Overreaction and Irrationality

For those who know me or have been following me for a while, this won’t be anything new, but for those who don’t know me or have only just started reading; I’ve been fighting with anxiety for a very long time.

I use the term fighting over suffering as I refuse to let it control my life completely and currently, I am winning.

One thing that has become commonplace during my lifetime, is my tendency to give an overreaction. Much like hypochondria, this isn’t just something done out of being daft or an excuse, it’s a genuine part of mental health and should not be overlooked.

Normally I would feel something like this wouldn’t warrant a whole blog post, but there have been a few instances lately where the “worst parts” as you’ll see, have come into effect. As such I felt the need to explain what happens, how people usually react and how you should actually react when someone struggles to rationalise.

Overreacting to Worries

An overreaction is exactly what it says on tin, but deserves none of the negative connotation that comes with it. When it’s in children and some immature adults, an overreaction may be a tantrum, a diva moment or something like that. What this is about, it overreacting regarding worries or fears.

Rather than logically react, the brain enters fight or flight mode immediately and it can be hard to get out of it, hard to rationalise.

Of course this isn’t a clinical explanation so please read more into it yourselves, but this is the gist I’ve gotten when speaking to my psychotherapist.

Let’s use a real life example. When I was a kid, I played for a football team. I got into an incident where I had my hands in my pockets, slipped, landed on my chin in the street and had my chin almost come out of my face (yes, that happened).

Now what would be regarded as a normal reaction heading back into being able to play, would be to go okay, I’m healed and ready to go, let’s carry on as normal.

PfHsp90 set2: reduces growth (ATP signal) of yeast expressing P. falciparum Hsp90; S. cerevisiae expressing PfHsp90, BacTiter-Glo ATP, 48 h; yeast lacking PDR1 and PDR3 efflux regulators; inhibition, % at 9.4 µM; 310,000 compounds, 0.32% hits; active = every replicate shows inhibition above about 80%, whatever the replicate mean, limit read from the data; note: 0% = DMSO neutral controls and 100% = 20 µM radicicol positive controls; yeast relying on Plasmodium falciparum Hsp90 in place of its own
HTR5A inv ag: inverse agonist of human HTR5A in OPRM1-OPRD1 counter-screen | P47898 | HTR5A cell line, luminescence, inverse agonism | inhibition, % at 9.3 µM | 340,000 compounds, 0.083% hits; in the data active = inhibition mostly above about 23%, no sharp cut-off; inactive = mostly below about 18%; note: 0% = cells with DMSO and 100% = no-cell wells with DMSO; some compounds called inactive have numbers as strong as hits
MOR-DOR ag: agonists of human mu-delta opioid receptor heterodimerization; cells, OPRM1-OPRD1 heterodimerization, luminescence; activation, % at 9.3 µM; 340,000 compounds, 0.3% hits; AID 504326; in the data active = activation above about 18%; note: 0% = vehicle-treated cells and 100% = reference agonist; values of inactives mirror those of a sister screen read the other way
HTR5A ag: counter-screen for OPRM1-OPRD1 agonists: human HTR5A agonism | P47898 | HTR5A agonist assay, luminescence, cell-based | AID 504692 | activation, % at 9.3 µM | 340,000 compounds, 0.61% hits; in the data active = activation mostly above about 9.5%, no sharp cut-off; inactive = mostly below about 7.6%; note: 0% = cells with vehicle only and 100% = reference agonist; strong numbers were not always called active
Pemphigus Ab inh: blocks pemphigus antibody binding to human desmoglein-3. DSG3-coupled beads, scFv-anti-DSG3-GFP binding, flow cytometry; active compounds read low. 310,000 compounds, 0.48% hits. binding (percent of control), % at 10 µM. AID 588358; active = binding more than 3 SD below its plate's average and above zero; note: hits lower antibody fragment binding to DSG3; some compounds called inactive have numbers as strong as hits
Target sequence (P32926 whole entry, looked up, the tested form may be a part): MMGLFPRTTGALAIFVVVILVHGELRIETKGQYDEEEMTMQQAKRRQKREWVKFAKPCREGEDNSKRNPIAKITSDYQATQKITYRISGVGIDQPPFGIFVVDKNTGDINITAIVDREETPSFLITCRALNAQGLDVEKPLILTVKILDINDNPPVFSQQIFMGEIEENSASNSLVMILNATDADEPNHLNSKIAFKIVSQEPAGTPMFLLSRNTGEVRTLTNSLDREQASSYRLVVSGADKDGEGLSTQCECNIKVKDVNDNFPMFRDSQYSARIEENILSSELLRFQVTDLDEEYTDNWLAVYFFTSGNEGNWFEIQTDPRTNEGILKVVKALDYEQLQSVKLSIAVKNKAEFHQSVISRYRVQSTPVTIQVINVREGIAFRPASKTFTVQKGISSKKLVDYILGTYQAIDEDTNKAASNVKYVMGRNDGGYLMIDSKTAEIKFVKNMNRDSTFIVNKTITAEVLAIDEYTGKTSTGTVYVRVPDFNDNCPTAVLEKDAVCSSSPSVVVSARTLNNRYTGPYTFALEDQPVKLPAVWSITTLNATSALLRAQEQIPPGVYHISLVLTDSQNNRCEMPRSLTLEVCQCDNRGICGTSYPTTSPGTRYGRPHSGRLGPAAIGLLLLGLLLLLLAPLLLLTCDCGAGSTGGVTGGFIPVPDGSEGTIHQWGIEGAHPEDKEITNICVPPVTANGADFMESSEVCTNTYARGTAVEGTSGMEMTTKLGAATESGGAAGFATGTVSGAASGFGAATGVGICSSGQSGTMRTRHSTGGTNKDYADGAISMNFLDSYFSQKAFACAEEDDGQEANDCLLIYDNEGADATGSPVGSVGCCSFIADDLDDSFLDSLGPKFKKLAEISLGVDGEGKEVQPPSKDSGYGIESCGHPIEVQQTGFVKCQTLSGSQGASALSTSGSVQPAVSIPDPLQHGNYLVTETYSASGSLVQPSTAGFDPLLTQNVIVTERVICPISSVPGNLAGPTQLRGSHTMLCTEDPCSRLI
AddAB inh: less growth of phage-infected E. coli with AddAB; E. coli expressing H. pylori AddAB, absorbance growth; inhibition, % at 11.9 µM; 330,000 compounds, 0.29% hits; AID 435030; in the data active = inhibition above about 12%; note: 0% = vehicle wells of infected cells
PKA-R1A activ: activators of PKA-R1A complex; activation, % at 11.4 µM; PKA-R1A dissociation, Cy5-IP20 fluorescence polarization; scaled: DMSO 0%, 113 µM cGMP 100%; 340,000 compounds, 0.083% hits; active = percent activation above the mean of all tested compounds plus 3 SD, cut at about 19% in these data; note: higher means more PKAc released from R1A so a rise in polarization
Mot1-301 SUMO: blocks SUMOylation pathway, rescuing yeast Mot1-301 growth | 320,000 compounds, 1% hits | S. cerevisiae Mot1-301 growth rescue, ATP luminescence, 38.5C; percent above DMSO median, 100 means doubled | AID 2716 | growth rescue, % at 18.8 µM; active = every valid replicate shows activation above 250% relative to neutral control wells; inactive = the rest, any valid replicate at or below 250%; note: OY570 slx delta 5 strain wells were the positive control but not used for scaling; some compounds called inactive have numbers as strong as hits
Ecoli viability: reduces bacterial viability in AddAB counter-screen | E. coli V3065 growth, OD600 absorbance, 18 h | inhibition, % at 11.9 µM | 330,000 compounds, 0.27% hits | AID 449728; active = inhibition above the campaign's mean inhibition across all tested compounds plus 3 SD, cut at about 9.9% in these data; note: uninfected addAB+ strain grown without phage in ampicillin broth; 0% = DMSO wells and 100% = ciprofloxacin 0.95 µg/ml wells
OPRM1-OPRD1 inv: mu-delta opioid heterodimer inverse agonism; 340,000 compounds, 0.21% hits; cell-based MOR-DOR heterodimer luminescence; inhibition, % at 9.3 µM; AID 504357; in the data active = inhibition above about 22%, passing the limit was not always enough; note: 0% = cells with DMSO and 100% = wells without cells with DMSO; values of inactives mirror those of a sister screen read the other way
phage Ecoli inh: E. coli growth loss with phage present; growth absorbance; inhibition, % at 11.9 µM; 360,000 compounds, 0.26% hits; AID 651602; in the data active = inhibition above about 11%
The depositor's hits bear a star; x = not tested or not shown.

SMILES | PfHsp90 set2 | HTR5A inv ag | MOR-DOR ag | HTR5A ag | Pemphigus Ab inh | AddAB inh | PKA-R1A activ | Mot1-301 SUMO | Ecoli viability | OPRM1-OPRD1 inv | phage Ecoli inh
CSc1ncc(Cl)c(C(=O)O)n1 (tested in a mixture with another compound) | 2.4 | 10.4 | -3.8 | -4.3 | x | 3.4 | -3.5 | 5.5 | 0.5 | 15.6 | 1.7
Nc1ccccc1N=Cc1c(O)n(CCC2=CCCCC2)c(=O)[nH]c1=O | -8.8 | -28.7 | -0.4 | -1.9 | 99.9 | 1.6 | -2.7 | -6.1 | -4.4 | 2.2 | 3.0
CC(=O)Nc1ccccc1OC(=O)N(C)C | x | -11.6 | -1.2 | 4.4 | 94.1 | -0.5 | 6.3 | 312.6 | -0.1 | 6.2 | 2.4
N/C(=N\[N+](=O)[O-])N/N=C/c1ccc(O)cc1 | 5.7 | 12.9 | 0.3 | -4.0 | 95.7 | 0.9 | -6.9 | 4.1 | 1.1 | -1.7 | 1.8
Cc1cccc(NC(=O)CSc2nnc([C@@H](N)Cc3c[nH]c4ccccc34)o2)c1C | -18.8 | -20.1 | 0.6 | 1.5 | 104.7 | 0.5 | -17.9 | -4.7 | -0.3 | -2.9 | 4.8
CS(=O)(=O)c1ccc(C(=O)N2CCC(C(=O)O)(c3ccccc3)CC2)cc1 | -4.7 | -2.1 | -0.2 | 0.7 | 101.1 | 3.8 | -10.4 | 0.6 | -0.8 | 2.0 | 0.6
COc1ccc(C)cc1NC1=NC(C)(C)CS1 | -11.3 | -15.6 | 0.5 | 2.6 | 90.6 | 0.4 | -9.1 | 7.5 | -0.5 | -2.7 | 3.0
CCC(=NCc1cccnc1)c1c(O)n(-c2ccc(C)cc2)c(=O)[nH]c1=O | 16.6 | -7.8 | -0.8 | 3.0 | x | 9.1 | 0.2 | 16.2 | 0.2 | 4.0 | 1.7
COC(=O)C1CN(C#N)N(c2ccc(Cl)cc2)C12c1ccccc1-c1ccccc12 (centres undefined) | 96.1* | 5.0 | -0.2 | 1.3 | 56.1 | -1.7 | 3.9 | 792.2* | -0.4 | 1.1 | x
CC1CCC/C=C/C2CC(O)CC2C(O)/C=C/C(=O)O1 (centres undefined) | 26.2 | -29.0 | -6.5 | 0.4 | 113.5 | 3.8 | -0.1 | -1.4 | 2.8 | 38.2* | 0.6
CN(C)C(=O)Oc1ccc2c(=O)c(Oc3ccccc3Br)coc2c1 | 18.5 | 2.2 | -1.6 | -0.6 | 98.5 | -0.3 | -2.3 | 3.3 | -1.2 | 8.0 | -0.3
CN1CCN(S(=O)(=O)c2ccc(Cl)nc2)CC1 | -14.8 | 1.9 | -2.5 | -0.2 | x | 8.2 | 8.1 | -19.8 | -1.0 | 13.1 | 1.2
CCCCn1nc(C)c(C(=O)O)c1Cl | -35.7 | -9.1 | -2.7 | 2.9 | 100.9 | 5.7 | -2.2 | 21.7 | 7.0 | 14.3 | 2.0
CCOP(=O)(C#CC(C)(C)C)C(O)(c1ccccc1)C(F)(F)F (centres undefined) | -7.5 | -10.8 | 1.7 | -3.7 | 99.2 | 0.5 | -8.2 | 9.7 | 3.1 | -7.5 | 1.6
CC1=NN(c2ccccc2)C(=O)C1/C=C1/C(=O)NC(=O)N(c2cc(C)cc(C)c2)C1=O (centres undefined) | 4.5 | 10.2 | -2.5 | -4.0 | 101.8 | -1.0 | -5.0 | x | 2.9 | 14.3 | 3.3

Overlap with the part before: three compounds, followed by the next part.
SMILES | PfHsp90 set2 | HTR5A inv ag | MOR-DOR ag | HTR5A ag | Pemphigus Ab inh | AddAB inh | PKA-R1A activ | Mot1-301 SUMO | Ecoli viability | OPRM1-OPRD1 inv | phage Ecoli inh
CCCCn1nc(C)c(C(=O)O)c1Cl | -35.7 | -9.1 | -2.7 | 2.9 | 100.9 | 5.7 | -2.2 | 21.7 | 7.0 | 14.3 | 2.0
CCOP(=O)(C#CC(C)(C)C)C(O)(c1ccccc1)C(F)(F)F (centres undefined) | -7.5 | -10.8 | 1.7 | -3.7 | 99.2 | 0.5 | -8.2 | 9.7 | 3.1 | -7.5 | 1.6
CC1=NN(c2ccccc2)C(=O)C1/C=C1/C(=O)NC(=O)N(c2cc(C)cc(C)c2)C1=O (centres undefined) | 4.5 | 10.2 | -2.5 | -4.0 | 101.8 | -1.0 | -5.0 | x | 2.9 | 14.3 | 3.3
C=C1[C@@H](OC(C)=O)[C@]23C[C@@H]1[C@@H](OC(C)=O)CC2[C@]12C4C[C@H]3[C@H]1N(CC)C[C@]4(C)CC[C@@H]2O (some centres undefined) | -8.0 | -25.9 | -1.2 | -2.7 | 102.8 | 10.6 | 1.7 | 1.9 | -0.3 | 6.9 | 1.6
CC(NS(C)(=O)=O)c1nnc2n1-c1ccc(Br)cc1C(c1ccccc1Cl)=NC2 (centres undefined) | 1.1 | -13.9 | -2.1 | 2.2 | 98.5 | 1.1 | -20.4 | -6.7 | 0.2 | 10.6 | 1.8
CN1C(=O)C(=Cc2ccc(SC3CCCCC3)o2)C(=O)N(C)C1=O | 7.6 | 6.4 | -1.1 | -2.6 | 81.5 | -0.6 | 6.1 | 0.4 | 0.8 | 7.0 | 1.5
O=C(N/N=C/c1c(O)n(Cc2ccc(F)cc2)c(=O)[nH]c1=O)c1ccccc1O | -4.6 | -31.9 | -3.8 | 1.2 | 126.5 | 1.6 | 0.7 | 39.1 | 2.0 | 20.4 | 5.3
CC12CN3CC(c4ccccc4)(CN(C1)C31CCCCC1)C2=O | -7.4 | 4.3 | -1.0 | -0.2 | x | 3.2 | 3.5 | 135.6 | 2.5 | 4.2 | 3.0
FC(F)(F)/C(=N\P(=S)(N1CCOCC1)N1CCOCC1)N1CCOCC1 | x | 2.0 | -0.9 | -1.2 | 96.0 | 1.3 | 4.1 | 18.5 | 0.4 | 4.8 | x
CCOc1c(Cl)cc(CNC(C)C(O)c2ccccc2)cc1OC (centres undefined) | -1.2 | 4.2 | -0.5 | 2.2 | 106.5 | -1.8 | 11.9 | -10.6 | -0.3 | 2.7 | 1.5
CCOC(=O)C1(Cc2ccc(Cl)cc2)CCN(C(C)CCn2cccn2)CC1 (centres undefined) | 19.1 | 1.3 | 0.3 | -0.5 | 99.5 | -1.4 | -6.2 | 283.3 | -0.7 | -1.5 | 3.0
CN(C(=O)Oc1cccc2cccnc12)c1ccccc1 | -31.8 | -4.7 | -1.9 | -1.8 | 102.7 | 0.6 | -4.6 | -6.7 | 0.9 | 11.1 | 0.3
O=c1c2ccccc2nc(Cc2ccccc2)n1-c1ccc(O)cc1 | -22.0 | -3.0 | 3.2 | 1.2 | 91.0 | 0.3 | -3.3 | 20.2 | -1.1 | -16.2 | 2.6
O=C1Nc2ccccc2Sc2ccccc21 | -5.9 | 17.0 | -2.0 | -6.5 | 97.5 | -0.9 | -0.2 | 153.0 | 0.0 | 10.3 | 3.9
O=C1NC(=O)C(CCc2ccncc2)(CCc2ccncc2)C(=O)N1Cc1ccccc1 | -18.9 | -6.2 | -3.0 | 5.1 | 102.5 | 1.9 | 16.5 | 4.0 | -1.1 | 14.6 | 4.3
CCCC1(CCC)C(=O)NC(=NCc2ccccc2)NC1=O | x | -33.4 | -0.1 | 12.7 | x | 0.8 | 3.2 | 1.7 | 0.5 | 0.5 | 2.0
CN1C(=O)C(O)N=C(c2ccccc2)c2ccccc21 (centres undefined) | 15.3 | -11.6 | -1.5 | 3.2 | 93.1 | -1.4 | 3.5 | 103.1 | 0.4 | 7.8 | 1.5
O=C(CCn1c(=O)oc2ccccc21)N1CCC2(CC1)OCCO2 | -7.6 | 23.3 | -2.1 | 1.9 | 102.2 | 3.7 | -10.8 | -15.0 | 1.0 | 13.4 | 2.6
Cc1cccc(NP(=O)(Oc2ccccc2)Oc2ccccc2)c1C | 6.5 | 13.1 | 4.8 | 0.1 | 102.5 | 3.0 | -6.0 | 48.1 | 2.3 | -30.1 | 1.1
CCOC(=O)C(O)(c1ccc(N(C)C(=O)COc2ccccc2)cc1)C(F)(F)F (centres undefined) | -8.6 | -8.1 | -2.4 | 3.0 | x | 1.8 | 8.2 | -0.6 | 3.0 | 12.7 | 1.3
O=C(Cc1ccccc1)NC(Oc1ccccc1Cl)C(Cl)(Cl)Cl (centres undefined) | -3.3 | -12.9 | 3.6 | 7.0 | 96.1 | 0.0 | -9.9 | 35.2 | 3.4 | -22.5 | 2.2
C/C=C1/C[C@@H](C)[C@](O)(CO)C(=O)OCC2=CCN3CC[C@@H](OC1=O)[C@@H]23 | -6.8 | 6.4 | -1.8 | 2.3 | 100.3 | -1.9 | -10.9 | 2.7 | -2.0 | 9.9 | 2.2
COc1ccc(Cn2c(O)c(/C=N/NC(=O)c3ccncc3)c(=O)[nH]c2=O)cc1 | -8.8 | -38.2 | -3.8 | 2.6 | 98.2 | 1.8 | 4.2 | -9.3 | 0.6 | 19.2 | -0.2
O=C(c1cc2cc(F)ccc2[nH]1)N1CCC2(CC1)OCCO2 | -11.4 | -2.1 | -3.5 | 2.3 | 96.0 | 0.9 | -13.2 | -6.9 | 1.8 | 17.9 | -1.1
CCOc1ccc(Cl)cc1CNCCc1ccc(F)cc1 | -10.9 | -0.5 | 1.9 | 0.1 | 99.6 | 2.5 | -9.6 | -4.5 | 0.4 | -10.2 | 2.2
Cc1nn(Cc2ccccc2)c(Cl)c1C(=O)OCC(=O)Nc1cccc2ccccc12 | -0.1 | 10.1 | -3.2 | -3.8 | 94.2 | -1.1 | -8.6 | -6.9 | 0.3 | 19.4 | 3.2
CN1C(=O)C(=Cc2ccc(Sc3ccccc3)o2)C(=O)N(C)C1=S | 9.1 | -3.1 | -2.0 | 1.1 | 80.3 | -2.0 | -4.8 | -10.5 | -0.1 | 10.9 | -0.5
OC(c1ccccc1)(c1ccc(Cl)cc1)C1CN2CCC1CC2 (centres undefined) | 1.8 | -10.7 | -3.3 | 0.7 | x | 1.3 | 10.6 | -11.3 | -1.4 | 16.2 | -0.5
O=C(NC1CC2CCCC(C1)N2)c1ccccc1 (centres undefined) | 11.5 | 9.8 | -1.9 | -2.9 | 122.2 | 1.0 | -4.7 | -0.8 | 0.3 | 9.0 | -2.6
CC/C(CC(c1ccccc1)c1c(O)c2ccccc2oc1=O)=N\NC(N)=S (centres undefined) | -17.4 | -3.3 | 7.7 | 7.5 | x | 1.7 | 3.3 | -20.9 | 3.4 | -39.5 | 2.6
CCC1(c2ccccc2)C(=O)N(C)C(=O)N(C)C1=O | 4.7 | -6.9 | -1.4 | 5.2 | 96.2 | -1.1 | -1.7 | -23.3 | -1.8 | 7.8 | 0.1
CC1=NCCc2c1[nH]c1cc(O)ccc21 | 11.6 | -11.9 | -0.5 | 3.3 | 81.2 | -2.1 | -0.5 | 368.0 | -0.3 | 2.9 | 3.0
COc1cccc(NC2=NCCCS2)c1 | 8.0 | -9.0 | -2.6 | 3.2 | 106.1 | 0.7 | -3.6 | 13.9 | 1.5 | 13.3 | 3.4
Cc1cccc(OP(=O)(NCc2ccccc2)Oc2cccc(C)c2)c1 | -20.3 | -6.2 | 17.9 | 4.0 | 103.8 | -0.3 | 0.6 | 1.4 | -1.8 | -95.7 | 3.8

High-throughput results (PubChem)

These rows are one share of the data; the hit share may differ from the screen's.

Alas no, as I legitimately became scared of the ball hitting me in the face, hurting me and possibly opening my chin again.

I was stitched up and healed, I was the goalkeeper of the team who could use my hands to stop it, and yet I could not rationalise and overcome.

This inability to work it out in my head and calm myself down has followed me everywhere, my whole life and even as an adult.

The Worst Parts

One of the worst parts about it is knowing these reactions don’t make sense and that I’ll be fine, but the other side of me saying no this is bad and you should worry. The other worst part about it, is other people’s reactions to my reactions.

“You’ll be fine”, “stop moaning”, “get over it”, “it’s not that bad” and the list goes on. Not only do I now have this thing that I’m worrying about, but I now feel completely invalidated and I’m wondering what is wrong with me to be feeling the way I am.

Another example; as a teenager I had growing pains in my knees. Apparently from doing sports or something, my quads were a little weak and had caused my knees to shift a bit.

No major deal, just some strengthening exercises needed and all will be well. Instead, this led to years of anxiety and overreaction.

Why the reaction? Well in hindsight, this was the worst pain I’d ever felt. I didn’t know pain like this as a kid, so I was distraught.

I thought I’d lose the ability to walk, I wore knee supports which made things worse. Yes my knees were sore and I needed to make them stronger, but my mental health amplified how everything felt.

Now I was no longer dealing with sore knees, I was having days where I had to sit down every few yards because I couldn’t walk.

I didn’t fully know about health anxiety or mental health at that point, so to me this was all real pain. To be fair, it still was real pain. Anything you feel is real.

What followed here, were more instances of being told I was fine, or that it was me being melodramatic. Great, real helpful, thank you.

I know it’ll come across as me being weak, some may think I should man up. Maybe I shouldn’t let it hurt my feelings, but then again maybe you should understand you’re telling someone who has struggled with this self awareness and inability to rationalise so much they considered ending their life, that it’s not a big deal.

How to Help Someone Who Can’t Rationalise

I don’t want to feel this way, I don’t enjoy it in the slightest. You telling me to get over it is not going to make it magically go away. Instead, try showing some empathy. Talk to me in a calm manner, understand where I am at.

Get me to talk through why I feel this way, explain anything that doesn’t add up and maybe if I start to come around encourage me to do whatever it is I was going to do, or to focus on something else that can distract me.

In those moments we don’t need negativity or invalidation. We want someone to establish whether or not the threat or risk is as great as the mind has interpreted it. That is all.

I strongly encourage everyone to try handling it this way next time you see someone who you think is panicking or overreacting, whether it be obvious in their mannerisms or a slight comment (not everyone outwardly expresses and can be panicking internally). I am sure your efforts will be greatly appreciated by them for doing so.

Post by Michael Sallabank